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The Psalms are poem-songs that seek to articulate that which is beyond words, the existential truth which surpasses the power of language. Today’s psalm is a prayer of orientation and reorientation – a reflection upon the omniscience of Yahweh first revealed in the mysterious encounter of Moses with the burning bush. It’s a meditation upon the relationship that we can have – or can flee – with an all-knowing God.
The Psalm is radically affirming, portraying God as infinitely close, gentle, attentive, guiding, loving. Yet there is also a shadow side to the Psalm. We see it at the conclusion of the poem, beginning in 19 in which the poet sings of a desire to join in opposition of those who are adversaries of the ways of God. God is with and for all people from the heigths of the heavenly dome to the ends of the Earth, even encompassing the depths of death in Sheol [Hades] (verse 8). Yet some have been turned, maybe confused, lost in the dark of the darkness that is as light to God (verse 11). If they are not with God, then they are against God. Yet it’s not that black and white, for the prayer of the poet ends with radically honesty, asking to know, to be seen by God, to discover if there are dark, dishonest, divided ways within him or herself. Is it possible that the psalmist is at times an adversary of God?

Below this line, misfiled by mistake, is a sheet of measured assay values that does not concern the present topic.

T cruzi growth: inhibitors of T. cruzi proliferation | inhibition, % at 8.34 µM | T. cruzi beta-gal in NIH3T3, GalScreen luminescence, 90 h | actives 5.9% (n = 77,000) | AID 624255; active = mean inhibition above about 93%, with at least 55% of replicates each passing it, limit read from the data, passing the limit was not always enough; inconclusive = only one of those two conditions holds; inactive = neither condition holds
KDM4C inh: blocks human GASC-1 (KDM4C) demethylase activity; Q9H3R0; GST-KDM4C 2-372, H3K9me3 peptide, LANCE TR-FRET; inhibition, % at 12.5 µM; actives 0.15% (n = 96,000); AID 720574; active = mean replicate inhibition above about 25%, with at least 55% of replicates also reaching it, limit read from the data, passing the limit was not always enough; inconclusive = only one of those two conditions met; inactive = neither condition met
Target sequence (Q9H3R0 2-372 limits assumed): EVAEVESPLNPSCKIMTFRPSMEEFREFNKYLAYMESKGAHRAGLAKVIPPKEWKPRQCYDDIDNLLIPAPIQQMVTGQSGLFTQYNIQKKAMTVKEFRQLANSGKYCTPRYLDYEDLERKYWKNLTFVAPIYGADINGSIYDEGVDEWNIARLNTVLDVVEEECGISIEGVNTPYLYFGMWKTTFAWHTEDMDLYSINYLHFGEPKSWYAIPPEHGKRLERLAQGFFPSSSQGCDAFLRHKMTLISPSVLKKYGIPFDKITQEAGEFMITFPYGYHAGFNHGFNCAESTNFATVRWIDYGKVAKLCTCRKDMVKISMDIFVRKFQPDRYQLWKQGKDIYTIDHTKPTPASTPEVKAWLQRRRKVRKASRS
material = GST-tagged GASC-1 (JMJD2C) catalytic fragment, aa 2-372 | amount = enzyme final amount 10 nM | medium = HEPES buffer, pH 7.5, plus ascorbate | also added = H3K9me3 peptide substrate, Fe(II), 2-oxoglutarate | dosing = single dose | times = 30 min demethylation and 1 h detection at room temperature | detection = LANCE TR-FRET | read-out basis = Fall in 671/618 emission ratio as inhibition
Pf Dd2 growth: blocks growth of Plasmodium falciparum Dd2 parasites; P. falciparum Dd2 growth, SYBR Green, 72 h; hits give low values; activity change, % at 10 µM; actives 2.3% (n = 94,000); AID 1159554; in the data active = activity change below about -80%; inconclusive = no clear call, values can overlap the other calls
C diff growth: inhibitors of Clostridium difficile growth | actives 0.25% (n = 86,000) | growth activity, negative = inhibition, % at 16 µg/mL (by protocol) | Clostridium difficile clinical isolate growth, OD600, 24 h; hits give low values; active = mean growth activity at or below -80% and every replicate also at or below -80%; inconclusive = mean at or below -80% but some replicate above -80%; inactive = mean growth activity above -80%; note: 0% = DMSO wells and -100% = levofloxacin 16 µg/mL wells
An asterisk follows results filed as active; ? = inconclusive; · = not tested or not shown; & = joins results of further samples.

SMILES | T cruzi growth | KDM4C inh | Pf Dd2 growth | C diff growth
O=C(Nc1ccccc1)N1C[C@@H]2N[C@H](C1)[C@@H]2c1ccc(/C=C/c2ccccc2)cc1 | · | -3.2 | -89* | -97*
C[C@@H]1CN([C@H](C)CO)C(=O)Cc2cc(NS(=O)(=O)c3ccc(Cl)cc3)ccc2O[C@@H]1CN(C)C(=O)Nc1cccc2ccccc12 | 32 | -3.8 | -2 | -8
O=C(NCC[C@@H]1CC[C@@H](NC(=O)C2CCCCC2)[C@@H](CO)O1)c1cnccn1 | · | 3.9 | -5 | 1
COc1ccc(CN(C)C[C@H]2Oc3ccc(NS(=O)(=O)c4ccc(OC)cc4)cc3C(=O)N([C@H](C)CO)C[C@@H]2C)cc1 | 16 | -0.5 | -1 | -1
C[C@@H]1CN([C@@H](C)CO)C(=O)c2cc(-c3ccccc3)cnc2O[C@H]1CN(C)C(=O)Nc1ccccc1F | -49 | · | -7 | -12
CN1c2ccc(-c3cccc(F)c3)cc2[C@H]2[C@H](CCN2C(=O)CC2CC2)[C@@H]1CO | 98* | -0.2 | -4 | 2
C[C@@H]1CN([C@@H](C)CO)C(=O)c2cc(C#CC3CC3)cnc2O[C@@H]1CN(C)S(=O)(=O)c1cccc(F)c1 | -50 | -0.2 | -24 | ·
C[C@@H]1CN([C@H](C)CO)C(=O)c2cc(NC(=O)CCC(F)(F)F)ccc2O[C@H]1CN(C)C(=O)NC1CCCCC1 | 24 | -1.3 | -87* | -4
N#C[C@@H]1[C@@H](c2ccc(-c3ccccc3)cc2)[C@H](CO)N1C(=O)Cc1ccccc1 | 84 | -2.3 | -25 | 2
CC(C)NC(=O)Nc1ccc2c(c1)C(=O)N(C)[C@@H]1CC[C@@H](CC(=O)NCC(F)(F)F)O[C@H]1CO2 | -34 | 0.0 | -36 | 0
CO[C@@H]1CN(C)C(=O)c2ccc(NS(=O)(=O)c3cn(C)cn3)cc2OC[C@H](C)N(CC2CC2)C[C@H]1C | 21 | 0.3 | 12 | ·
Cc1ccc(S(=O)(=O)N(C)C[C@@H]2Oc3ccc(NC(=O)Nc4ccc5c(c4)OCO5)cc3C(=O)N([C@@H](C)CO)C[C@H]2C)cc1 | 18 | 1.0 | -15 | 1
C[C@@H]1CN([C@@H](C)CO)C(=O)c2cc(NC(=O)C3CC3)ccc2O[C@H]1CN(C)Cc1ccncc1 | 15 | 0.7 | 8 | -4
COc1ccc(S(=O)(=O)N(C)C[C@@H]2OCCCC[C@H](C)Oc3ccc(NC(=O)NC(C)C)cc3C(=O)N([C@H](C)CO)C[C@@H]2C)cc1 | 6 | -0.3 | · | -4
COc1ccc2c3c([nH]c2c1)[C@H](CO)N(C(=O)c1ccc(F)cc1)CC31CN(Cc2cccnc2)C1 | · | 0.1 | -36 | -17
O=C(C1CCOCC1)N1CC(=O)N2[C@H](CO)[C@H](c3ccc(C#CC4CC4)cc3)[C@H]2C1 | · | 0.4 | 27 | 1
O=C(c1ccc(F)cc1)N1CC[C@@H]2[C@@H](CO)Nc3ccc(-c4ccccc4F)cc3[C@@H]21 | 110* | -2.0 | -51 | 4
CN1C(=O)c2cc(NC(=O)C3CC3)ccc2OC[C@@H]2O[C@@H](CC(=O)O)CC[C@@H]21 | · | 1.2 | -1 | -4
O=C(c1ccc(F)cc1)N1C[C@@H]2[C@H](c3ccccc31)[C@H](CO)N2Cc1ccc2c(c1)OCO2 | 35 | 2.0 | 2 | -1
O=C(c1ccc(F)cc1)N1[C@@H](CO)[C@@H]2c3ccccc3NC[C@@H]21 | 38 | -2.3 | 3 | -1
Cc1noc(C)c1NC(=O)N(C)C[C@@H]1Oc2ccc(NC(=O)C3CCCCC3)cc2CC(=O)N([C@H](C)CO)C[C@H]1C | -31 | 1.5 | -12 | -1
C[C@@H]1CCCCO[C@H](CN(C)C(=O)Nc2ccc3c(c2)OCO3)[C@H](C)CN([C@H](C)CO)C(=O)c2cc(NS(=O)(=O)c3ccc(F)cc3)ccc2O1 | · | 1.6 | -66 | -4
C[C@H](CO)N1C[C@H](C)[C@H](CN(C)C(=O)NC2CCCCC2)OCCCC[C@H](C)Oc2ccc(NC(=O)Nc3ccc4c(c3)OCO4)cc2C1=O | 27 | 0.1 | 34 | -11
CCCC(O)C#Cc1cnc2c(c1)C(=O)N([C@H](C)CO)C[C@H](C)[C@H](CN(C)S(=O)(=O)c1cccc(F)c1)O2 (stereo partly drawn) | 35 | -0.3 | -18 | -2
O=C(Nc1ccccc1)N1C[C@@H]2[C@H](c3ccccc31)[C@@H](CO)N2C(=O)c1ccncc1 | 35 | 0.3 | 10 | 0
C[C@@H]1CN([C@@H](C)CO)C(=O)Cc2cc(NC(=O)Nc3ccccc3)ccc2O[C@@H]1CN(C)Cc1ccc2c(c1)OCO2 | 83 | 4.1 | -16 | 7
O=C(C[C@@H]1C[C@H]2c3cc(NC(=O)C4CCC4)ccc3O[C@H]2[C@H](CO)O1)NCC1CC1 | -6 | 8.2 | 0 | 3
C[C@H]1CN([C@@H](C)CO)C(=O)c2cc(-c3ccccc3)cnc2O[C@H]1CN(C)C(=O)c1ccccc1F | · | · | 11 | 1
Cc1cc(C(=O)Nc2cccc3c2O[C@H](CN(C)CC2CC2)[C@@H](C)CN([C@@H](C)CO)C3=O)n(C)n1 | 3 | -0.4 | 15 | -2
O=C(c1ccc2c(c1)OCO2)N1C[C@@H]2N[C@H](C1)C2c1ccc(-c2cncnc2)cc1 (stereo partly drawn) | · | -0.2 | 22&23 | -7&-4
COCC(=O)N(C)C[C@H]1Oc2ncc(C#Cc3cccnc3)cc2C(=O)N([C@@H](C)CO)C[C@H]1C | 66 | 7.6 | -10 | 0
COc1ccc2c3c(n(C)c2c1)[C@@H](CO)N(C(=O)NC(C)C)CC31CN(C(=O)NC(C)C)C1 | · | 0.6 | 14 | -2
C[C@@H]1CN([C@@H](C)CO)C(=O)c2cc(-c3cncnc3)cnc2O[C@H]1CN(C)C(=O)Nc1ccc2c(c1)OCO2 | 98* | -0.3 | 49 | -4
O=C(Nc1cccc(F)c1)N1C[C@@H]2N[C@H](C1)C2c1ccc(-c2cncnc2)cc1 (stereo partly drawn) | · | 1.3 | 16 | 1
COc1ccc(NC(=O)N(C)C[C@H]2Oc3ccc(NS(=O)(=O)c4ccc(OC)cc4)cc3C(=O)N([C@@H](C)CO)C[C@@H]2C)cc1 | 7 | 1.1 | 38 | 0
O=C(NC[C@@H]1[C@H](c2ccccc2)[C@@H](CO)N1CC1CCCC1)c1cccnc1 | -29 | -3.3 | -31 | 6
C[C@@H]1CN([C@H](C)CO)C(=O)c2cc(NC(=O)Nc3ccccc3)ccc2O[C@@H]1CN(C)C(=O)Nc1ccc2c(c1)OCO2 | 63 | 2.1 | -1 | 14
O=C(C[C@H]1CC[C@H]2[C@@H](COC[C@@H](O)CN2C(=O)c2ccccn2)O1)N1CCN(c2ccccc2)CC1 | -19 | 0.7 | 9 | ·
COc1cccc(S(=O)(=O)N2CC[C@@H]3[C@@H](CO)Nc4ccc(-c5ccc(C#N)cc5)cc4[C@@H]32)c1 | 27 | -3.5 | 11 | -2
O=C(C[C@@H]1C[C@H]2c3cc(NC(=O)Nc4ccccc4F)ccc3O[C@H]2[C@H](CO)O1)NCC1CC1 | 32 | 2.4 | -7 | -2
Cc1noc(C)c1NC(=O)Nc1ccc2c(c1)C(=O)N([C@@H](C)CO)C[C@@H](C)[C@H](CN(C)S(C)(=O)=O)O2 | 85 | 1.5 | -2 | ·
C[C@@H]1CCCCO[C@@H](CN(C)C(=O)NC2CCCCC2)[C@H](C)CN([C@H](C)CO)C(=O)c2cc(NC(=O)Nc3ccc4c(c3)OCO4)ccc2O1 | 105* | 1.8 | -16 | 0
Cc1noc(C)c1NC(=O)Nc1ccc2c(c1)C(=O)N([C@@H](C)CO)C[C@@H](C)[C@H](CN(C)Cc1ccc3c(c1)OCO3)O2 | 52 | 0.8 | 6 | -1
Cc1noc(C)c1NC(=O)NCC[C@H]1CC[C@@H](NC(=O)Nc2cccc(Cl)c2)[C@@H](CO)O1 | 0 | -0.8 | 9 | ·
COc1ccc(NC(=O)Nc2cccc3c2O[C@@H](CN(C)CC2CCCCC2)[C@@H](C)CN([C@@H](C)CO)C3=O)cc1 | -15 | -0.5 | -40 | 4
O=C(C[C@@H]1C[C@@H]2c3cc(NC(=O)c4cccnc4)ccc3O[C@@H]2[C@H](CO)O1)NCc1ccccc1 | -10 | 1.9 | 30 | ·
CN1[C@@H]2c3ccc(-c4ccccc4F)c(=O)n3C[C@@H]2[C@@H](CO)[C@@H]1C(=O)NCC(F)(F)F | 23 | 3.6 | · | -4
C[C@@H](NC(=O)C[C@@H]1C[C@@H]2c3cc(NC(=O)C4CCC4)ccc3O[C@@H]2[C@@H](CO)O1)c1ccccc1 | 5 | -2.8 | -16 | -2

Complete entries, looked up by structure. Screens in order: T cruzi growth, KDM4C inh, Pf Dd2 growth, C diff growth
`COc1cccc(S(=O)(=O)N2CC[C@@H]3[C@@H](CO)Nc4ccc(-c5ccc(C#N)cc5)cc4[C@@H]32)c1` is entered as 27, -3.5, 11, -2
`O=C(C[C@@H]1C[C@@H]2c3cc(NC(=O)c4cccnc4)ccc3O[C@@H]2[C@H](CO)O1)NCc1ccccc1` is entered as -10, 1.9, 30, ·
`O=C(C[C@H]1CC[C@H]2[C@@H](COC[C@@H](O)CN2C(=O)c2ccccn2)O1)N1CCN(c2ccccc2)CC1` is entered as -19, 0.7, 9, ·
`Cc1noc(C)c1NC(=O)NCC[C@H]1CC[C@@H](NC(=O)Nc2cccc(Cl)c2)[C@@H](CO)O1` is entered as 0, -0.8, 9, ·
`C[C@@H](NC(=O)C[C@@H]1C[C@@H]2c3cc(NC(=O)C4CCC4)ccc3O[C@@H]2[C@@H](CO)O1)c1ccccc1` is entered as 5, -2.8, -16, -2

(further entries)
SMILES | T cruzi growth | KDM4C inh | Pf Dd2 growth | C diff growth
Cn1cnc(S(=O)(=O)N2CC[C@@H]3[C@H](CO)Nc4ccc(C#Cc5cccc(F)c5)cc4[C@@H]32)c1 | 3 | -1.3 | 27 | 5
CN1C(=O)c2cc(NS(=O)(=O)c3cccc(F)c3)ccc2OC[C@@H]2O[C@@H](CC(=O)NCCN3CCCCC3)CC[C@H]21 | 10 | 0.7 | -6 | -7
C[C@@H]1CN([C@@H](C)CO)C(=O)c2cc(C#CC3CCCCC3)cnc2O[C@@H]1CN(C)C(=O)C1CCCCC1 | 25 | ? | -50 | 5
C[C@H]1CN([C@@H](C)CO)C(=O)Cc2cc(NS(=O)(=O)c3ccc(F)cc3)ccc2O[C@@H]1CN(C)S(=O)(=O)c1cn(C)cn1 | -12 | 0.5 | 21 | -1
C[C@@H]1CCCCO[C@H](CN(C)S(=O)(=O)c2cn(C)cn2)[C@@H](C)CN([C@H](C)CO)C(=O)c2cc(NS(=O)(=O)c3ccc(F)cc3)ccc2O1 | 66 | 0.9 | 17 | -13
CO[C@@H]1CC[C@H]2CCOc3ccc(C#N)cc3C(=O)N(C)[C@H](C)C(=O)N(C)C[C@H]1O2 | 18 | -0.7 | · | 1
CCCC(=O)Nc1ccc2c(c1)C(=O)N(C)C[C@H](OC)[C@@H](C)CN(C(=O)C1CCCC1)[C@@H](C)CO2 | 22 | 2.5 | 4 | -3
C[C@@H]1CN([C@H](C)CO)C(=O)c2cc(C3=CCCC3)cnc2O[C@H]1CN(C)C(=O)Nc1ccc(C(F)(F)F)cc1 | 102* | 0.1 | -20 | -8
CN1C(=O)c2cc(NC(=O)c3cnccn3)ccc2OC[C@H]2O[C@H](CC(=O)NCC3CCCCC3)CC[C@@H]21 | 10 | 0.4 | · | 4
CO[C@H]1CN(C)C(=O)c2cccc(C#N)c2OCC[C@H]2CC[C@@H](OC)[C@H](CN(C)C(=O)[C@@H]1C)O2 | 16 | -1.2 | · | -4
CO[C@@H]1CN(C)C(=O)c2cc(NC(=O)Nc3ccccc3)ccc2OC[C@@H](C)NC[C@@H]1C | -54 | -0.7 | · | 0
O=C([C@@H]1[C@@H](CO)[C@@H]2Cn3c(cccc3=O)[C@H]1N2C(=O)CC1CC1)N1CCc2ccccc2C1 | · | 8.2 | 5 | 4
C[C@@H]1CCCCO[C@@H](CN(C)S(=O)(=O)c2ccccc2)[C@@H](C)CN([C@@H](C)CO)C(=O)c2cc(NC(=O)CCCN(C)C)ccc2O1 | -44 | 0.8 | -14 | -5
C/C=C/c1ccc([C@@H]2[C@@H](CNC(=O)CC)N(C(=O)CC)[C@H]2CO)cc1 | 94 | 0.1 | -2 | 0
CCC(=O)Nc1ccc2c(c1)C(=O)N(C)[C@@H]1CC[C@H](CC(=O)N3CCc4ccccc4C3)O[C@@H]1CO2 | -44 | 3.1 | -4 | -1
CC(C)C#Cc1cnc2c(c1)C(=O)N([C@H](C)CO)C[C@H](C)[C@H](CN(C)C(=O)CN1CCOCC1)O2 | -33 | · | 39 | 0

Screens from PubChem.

The psalm alternates between assertions of who and how God is, questions of causality (such as If I…. then you….); and also entreaties of God to do or be something in particular….”Search me…” “See if within me there is…” Where do you see these changes in tone? What do they tell you? How do you identify with them today…or maybe in the past?
The psalmist sings of God’s omniscience and omnipresence, the Divine all-knowing and being-everywhere. While this is majestically encouraging, it can also be terrifying and anxiety-producing. Nothing can be hid from God, we cannot be forgotten, but God also sees all that we might want to deny, overlook or hide. Does such knowledge induce anxiety or acceptance? Maybe such knowledge, or more to the point our reaction to it, is what drives us to choose the way of the wicked or the way everlasting?
Questions for the practice of Examen & Contemplation